Having one’s claws plucked out is no walk in the park.
For a cat, the procedure
begins and ends with pain. There’s pain medication before the operation. There’s pain medication immediately after the procedure, typically delivered intravenously for three days. Then there’s another week of pain medication at home — assuming, of course, there are no complications,
like a condition known as "phantom pain"
that can affect declawed cats later in life.
Is all that worth saving the couch from a clawed cat’s wrath?
Increasingly, veterinarians and people involved in animal care are falling on the same side of the debate: Keep those claws because, well, they’re part of what makes a cat a cat.
A clinic in Toronto
announced this week
it would no longer be declawing cats, calling the procedure an unnecessary "amputation."
"This is a procedure that is not medically necessary, it does not benefit our patients in any way," Suzanne Lyons, a veterinarian at Bloor Animal Hospital,
told CBC News
. "When we sat down to think about it, we just couldn’t justify continuing to do such a procedure."
The clinic joins scores of offices across Canada and the U.S. refusing to declaw cats unless medically necessary. The list of countries banning the practice outright is also growing. Currently,
according to advocacy site declawing.com
, more than 25 countries, including England, Israel and Sweden, have made the practice illegal.
In the U.S., declawing bans are left to municipalities, resulting in a decidedly mixed bag of
bans across the country
People who work in rescue don’t mince words.
"Our view is that this is cruel and unnecessary surgery and we won’t perform it," Rob Halpin of
tells The Dodo.
None of the organization’s three adoption centers in Massachusetts will declaw a cat.
Humane Society of the United States
(HSUS) has also long been a vocal opponent of the practice, claiming it offers no medical benefit for a normal, healthy cat.
HSUS states on its website
, too many people see the procedure as a manicure rather than a surgical mauling.
"Declawing traditionally involves the amputation of the last bone of each toe, the organization notes. "If performed on a human being, it would be like cutting off each finger at the last knuckle."
These claws are made for clawing. And sometimes, that’s just what they’ll do — whether that’s your new couch, an unlucky bird in the yard or an overly inquisitive dog’s snout.
But while they’re often associated with the mean end of a cat’s business, claws are actually used for so much more than menace.
"Cats need their claws as they walk on their toes, unlike humans who walk on their heels, and need them to be able to stretch and scratch, which is a normal, healthy behavior," Amy Haas-Gray, founder of
Hardin Eldora Animal Rescue Team
(HEART), tells The Dodo.
Her organization makes potential adopters sign a contract ensuring they won’t declaw a cat they take home.
Despite the growing ranks rejecting the procedure, it remains a source of heated debate among veterinarians.
Jennifer Conrad, founder of
The Paw Project
, and longtime opponent of the practice, estimates declawing is performed on between 25 and 45 per cent of cats in the U.S.
Also a veterinarian, Conrad puts much of the blame for those numbers on her own field’s reliance on quick-fixes through surgery.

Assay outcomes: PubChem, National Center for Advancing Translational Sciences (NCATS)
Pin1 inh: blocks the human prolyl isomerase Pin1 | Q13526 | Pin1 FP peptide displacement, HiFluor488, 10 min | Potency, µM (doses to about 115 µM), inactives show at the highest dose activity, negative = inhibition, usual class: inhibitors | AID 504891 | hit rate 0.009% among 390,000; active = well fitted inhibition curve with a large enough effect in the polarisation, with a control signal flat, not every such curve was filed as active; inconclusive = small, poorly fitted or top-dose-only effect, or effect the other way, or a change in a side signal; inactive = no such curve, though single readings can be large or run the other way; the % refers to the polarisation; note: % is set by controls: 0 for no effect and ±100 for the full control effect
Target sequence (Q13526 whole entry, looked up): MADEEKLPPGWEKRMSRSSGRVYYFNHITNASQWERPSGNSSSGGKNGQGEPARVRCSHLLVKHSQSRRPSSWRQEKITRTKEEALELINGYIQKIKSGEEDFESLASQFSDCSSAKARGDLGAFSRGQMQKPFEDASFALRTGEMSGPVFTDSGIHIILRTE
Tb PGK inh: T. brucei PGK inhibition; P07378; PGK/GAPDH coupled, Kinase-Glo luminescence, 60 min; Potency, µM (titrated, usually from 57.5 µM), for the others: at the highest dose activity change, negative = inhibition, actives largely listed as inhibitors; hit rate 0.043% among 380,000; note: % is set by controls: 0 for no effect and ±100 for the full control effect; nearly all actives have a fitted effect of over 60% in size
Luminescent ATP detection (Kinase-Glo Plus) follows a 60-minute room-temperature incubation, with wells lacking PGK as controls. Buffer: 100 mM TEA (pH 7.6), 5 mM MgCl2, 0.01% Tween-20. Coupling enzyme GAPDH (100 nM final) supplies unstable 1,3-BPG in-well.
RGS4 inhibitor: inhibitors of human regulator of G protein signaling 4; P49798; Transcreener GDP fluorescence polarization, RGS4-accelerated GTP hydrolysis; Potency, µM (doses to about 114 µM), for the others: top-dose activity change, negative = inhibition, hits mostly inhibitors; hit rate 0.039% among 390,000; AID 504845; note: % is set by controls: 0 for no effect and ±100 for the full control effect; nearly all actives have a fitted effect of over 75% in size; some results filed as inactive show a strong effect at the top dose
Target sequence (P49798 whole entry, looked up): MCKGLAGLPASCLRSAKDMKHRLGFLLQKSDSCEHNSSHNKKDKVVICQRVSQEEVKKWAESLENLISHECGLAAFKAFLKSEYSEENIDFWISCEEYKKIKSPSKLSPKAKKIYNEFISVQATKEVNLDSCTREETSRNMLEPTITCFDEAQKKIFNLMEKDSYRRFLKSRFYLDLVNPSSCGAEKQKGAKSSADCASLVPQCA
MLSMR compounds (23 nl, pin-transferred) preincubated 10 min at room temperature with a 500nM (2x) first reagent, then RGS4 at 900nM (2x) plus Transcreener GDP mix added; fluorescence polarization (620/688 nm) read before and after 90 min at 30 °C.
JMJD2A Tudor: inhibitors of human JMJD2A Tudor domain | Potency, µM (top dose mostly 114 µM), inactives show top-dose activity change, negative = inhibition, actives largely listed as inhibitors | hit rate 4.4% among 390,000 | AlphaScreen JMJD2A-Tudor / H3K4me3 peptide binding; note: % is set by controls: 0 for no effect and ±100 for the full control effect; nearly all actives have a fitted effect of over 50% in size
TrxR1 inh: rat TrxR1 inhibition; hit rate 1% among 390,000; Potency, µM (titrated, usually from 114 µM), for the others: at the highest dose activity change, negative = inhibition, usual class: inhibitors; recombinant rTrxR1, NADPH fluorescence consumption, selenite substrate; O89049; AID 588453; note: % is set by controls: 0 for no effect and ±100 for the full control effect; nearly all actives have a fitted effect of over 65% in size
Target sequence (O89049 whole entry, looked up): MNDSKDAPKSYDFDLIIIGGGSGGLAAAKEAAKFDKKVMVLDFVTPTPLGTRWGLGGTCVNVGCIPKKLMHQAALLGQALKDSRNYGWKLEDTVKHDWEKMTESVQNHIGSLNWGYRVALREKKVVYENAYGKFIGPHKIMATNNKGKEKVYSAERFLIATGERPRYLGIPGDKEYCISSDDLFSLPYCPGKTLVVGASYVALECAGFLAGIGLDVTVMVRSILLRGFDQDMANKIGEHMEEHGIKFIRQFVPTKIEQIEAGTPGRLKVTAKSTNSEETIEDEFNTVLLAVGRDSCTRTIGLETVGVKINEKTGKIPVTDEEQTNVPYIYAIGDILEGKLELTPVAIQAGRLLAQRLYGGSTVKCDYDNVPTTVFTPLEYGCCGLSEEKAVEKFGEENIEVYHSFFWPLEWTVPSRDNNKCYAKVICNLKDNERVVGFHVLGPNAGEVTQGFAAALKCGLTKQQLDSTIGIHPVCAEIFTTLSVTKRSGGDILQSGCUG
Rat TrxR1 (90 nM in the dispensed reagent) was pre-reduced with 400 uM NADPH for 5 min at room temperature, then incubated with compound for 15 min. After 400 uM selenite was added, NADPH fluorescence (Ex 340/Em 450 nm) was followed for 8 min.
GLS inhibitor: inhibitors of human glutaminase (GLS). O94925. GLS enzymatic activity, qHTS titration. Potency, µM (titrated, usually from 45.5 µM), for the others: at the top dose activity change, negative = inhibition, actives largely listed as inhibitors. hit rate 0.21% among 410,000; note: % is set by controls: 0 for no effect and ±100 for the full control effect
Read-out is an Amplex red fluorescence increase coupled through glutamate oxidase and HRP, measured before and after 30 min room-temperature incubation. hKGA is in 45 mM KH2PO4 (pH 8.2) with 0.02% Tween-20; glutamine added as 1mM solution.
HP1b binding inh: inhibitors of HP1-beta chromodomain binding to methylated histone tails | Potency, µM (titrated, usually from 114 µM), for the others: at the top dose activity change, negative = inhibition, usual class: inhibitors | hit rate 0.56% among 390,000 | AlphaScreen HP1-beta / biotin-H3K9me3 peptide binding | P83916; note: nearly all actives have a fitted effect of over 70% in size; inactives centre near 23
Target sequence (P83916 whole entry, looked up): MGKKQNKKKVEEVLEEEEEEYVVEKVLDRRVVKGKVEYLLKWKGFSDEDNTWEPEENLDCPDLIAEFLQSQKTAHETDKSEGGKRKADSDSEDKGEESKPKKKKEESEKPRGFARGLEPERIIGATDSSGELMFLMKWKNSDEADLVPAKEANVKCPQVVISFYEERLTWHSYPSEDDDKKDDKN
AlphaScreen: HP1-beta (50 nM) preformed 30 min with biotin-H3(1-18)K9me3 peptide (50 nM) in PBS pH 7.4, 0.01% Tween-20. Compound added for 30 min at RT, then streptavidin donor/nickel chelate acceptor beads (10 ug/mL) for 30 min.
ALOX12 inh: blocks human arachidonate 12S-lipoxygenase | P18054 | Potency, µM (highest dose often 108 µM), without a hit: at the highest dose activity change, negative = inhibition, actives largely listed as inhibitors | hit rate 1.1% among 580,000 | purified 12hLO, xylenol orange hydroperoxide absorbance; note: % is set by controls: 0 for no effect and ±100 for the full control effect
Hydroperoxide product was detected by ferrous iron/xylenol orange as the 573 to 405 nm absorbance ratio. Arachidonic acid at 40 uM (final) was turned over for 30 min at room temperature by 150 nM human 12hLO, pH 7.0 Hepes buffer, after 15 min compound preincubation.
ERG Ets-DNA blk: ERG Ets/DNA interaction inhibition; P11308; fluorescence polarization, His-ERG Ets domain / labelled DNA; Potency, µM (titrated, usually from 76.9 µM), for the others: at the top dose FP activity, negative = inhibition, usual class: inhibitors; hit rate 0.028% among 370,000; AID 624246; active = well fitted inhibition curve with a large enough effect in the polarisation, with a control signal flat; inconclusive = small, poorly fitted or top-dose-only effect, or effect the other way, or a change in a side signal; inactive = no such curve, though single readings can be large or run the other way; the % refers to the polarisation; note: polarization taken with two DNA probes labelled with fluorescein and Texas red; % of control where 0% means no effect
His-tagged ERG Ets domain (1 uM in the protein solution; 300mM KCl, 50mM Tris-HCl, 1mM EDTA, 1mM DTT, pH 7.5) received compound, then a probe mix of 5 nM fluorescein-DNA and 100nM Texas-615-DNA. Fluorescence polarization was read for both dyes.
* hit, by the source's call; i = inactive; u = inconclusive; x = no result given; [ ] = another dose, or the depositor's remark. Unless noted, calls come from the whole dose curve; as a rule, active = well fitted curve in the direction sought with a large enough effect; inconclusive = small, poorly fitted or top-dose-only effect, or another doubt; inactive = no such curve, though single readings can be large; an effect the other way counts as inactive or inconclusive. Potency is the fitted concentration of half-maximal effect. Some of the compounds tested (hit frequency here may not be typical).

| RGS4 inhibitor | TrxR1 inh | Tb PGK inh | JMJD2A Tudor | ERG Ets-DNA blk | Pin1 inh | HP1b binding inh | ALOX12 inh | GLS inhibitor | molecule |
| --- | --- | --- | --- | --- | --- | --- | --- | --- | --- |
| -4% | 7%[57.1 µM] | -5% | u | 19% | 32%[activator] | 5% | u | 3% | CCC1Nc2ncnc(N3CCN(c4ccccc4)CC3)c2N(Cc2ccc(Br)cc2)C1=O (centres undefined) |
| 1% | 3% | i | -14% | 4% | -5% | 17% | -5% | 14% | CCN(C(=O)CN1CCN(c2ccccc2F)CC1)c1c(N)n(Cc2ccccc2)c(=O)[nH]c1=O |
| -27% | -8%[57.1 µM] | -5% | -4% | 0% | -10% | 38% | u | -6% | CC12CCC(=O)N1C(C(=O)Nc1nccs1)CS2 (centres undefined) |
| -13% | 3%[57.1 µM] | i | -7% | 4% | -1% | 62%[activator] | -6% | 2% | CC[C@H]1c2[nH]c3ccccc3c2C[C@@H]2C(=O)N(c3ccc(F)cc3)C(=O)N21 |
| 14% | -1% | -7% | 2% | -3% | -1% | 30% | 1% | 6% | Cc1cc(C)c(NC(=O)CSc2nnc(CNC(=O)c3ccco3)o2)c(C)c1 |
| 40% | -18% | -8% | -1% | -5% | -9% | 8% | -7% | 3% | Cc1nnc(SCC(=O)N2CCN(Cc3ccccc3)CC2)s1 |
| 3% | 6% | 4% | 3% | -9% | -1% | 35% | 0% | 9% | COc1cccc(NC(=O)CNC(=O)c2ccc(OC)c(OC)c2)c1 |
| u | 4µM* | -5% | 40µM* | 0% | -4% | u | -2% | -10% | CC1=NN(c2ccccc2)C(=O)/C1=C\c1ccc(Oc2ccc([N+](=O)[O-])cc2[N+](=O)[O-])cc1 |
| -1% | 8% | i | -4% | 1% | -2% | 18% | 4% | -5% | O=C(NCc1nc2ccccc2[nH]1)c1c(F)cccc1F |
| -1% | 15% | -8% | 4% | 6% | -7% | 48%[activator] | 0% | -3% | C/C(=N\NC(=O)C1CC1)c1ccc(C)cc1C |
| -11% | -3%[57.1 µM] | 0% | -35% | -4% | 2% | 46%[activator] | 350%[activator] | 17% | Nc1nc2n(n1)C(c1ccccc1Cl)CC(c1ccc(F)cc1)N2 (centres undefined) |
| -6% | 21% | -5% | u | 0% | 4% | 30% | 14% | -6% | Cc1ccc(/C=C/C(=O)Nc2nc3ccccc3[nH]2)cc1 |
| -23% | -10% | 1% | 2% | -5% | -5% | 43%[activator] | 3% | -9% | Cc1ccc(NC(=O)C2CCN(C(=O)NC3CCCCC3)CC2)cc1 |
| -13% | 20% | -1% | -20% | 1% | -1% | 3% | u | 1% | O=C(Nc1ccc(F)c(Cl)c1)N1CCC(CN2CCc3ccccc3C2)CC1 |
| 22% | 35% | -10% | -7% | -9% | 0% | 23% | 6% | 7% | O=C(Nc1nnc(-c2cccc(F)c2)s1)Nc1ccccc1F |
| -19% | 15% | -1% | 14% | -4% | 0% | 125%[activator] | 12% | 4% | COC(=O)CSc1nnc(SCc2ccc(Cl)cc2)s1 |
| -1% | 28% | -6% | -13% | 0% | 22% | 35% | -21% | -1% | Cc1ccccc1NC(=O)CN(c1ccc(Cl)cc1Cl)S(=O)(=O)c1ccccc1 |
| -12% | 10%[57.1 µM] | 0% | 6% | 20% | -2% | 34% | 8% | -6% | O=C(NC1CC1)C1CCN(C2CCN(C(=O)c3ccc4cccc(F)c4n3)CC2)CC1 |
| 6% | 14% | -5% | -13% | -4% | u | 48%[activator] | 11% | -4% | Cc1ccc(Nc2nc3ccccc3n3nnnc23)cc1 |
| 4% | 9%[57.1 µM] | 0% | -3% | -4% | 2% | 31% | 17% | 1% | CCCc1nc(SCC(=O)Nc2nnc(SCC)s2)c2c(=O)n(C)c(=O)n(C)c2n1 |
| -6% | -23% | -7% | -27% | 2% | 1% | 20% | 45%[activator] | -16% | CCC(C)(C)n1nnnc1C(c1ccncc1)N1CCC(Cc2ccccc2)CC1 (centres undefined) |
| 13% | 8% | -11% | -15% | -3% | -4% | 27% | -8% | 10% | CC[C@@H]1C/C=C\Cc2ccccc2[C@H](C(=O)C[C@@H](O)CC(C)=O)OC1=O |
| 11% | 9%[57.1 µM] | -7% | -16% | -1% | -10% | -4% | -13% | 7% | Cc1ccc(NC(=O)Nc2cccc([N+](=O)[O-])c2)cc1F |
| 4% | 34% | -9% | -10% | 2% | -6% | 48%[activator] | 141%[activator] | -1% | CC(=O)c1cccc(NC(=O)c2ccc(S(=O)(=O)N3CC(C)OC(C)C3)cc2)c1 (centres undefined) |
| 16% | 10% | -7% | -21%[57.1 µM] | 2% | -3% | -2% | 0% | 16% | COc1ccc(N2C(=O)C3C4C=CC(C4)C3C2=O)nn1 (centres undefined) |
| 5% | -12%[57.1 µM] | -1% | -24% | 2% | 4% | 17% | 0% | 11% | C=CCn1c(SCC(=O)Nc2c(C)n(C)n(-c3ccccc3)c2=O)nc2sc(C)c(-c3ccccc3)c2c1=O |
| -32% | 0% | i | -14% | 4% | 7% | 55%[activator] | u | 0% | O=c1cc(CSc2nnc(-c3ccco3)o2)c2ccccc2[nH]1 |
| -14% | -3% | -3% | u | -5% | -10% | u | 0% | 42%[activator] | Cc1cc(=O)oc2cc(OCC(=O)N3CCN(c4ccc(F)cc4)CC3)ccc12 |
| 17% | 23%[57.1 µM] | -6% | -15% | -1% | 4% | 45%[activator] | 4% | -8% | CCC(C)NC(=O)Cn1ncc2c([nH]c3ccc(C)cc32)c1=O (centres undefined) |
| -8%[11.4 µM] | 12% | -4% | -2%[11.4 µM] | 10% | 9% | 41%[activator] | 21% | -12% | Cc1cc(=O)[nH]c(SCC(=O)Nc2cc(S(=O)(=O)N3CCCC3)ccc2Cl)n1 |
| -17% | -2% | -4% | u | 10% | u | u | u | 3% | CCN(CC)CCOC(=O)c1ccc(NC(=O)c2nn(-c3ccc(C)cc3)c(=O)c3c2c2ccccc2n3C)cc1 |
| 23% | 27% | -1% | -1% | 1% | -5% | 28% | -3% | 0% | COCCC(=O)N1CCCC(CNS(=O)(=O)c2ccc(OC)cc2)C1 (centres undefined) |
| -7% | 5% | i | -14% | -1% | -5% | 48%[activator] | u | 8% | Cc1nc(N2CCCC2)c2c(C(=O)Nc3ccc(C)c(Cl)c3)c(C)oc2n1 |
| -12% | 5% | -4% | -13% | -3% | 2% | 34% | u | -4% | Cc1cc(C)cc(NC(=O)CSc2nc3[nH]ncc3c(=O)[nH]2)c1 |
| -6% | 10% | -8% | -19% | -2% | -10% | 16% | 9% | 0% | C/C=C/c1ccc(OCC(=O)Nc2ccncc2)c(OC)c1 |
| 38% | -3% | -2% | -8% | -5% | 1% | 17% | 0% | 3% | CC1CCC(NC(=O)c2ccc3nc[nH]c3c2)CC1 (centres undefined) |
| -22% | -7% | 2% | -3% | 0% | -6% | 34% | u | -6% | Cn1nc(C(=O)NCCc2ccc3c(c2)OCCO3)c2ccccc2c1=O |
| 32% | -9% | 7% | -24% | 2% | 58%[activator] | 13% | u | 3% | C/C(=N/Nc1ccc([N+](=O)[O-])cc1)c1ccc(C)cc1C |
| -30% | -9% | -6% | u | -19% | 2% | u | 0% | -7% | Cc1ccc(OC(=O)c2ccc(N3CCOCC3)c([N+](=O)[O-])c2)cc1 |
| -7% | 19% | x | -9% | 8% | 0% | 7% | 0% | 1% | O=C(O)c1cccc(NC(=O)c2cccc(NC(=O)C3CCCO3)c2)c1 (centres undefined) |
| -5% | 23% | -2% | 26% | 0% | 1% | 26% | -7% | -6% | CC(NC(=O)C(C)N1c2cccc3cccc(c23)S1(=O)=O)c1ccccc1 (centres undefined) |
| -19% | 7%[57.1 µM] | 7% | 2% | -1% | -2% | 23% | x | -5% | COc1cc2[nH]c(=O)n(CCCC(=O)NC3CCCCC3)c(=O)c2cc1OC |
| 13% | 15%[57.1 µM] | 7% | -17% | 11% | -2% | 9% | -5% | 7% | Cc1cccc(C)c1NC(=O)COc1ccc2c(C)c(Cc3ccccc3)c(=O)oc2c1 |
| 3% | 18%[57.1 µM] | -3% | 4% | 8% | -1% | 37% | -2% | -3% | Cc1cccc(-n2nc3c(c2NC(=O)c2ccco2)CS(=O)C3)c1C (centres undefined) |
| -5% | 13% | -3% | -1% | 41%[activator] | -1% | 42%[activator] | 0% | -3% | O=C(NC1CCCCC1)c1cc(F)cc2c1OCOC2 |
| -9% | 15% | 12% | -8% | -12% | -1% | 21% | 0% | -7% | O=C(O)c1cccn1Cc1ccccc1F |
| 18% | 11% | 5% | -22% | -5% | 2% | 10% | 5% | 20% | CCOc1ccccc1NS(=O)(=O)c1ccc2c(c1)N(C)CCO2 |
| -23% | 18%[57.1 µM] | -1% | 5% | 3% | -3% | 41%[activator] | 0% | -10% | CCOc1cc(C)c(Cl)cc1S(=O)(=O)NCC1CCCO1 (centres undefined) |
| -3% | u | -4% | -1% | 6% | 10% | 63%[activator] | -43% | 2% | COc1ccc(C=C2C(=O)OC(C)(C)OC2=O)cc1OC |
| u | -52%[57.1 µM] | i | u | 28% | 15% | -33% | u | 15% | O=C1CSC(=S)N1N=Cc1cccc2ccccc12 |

"Vets are like, ‘Oh, there’s a behavior problem? We don’t know how to deal with behaviors. But we do know surgeries. So there you go. We will do surgery,’" she explains to The Dodo.
"And that is inappropriate."
Some veterinarians see it a little differently.
"I can see both sides of the issue," Sonja Olson, a veterinarian at
BluePearl Veterinary Partners
, tells The Dodo. "I’ve had this conversation so many times."
Declawing "can definitely harm cats," she says, but she also acknowledges that she’s seen lots of cases where the owners were either going to declaw their cat — or drop him at a shelter.
"Some families simply can’t have cats who scratch," she explains. "Especially if they scratch another pet in the home, or even a small child. That behavior could get cats sent to shelters and possibly euthanized."
For some families, she notes, "declawing may be the only thing that keeps some cats out of the shelter, especially considering there already are thousands of cats across the country who need homes."
Conrad, on the other hand, says it’s just the opposite —
more declawed cats end up at shelters than their intact counterparts.
That’s because, among other
declawed cats may develop, not using the litter box can rank among the most return-to-sender-worthy among some owners.
"Cats are the type of animal that they know where they received pain," she says. "They know a litter box is causing pain. They don’t perceive it as ‘Oh it’s just after surgery and my paws hurt.’
"They think its painful to use it now — so they don’t want to use it any more."
It’s all the more tragic considering cats with claws can easily find other outlets for a good, healthy raking. It doesn’t have to spell the end of your furniture. No couches need be carved up. No drapes diced. In fact, there are a host of things you can do to keep your cat — and those precious claws — content.
keeping claws trimmed. You can clip them yourself or have a veterinarian do it. But intervals should be no more than four to six weeks.
Consider also the miniature miracle that is a
, a simple outlet that you can make yourself out of cardboard or wood that lets kitty unleash all that pent-up scratchitude.
You might also find relief in
products like Soft Paws
, tiny plastic shoes attached to a cat’s nails that are designed to minimize furniture maulings.
Want to learn more?
Check out The Paw Project
, a group that advocates for laws that would keep those mitts intact across the U.S.